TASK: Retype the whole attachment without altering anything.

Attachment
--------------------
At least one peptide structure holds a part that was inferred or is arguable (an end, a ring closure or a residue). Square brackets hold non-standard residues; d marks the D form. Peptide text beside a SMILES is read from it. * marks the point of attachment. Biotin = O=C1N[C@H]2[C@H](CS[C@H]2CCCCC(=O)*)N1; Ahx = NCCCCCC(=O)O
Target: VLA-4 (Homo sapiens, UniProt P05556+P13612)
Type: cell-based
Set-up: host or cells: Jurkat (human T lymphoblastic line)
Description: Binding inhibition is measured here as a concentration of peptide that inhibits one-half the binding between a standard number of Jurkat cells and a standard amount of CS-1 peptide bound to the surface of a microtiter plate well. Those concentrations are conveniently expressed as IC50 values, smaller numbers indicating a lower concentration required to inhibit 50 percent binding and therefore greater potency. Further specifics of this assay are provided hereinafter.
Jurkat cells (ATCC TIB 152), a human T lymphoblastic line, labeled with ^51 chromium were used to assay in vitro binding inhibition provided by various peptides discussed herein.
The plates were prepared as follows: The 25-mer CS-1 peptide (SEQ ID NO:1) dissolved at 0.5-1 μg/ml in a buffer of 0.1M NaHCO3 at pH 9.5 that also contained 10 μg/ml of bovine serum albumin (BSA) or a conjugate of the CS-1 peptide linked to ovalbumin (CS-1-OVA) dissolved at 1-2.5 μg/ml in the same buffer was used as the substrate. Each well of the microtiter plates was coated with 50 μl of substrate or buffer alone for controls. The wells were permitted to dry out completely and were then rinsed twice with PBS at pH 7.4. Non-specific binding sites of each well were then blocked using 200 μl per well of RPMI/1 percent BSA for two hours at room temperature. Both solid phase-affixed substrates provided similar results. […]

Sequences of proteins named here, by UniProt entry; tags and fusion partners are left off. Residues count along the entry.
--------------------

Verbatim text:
At least one peptide structure holds a part that was inferred or is arguable (an end, a ring closure or a residue). Square brackets hold non-standard residues; d marks the D form. Peptide text beside a SMILES is read from it. * marks the point of attachment. Biotin = O=C1N[C@H]2[C@H](CS[C@H]2CCCCC(=O)*)N1; Ahx = NCCCCCC(=O)O
Target: VLA-4 (Homo sapiens, UniProt P05556+P13612)
Type: cell-based
Set-up: host or cells: Jurkat (human T lymphoblastic line)
Description: Binding inhibition is measured here as a concentration of peptide that inhibits one-half the binding between a standard number of Jurkat cells and a standard amount of CS-1 peptide bound to the surface of a microtiter plate well. Those concentrations are conveniently expressed as IC50 values, smaller numbers indicating a lower concentration required to inhibit 50 percent binding and therefore greater potency. Further specifics of this assay are provided hereinafter.
Jurkat cells (ATCC TIB 152), a human T lymphoblastic line, labeled with ^51 chromium were used to assay in vitro binding inhibition provided by various peptides discussed herein.
The plates were prepared as follows: The 25-mer CS-1 peptide (SEQ ID NO:1) dissolved at 0.5-1 μg/ml in a buffer of 0.1M NaHCO3 at pH 9.5 that also contained 10 μg/ml of bovine serum albumin (BSA) or a conjugate of the CS-1 peptide linked to ovalbumin (CS-1-OVA) dissolved at 1-2.5 μg/ml in the same buffer was used as the substrate. Each well of the microtiter plates was coated with 50 μl of substrate or buffer alone for controls. The wells were permitted to dry out completely and were then rinsed twice with PBS at pH 7.4. Non-specific binding sites of each well were then blocked using 200 μl per well of RPMI/1 percent BSA for two hours at room temperature. Both solid phase-affixed substrates provided similar results. […]

Sequences of proteins named here, by UniProt entry; tags and fusion partners are left off. Residues count along the entry.